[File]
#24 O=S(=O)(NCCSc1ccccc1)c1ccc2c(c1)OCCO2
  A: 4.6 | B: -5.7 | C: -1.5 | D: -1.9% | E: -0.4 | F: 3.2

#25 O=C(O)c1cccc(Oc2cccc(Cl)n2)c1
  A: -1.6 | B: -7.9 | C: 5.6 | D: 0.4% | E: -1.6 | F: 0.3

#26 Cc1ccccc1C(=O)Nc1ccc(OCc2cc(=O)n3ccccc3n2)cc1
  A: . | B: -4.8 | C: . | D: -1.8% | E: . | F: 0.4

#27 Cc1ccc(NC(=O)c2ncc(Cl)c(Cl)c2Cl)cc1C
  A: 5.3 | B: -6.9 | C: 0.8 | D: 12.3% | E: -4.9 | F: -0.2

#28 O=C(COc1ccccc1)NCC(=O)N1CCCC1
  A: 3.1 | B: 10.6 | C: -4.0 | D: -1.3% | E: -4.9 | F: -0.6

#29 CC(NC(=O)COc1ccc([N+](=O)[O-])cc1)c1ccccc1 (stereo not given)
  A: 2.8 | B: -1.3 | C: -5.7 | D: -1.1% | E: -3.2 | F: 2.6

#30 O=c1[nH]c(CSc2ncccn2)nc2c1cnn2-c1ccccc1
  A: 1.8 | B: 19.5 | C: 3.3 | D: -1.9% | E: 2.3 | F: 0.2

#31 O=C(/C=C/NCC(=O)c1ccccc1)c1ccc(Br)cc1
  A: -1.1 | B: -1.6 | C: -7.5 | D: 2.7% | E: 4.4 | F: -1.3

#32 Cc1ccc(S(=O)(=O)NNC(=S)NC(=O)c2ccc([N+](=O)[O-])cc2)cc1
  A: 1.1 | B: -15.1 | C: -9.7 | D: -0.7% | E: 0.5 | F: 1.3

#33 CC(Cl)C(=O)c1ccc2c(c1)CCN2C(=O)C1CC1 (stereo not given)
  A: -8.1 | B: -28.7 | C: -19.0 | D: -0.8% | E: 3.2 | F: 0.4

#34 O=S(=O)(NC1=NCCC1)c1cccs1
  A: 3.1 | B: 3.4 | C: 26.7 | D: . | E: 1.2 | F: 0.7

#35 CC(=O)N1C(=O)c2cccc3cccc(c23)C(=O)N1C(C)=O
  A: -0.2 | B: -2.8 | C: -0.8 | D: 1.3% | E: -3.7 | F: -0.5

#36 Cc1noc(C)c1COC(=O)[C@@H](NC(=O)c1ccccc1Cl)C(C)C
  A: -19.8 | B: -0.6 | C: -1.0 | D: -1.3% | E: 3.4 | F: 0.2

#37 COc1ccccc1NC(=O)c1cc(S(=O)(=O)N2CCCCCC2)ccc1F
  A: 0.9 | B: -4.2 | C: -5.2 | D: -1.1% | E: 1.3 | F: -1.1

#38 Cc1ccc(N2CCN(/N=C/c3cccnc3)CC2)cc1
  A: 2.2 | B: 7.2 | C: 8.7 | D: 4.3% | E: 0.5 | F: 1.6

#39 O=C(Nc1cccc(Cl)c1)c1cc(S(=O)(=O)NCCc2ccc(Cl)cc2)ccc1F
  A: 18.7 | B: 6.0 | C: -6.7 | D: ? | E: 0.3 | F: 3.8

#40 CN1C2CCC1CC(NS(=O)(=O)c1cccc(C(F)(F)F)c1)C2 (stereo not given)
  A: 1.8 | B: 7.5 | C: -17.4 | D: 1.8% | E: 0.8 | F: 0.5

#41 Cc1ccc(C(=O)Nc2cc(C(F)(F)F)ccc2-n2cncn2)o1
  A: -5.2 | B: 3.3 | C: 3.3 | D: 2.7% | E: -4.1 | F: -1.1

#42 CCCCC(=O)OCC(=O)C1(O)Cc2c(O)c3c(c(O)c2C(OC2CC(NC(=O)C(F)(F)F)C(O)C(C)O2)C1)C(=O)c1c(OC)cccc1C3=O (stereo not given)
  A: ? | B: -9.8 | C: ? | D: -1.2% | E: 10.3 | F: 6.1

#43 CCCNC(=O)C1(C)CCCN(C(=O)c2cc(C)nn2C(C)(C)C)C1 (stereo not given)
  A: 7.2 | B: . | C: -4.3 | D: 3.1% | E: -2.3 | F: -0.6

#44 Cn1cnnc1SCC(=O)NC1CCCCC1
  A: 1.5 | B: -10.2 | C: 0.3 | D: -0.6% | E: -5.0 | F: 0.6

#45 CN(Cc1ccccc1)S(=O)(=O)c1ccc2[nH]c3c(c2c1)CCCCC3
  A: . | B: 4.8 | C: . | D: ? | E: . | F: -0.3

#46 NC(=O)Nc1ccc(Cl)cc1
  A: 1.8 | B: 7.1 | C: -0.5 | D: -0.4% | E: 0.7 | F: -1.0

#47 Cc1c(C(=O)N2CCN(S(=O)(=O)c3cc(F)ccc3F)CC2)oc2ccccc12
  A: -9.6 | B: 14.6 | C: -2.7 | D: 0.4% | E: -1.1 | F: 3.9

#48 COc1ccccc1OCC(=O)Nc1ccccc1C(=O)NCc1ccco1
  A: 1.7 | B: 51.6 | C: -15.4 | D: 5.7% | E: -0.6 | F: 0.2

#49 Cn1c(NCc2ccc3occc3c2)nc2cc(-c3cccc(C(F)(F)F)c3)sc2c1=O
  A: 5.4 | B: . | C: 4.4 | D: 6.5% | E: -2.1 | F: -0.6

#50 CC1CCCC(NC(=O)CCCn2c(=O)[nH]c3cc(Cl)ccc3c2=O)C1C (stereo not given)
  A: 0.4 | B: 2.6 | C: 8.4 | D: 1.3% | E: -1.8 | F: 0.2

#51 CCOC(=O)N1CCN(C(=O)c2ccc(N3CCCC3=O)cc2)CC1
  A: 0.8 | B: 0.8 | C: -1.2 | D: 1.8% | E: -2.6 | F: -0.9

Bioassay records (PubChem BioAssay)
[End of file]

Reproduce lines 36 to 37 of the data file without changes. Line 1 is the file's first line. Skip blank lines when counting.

  A: -5.2 | B: 3.3 | C: 3.3 | D: 2.7% | E: -4.1 | F: -1.1

#42 CCCCC(=O)OCC(=O)C1(O)Cc2c(O)c3c(c(O)c2C(OC2CC(NC(=O)C(F)(F)F)C(O)C(C)O2)C1)C(=O)c1c(OC)cccc1C3=O (stereo not given)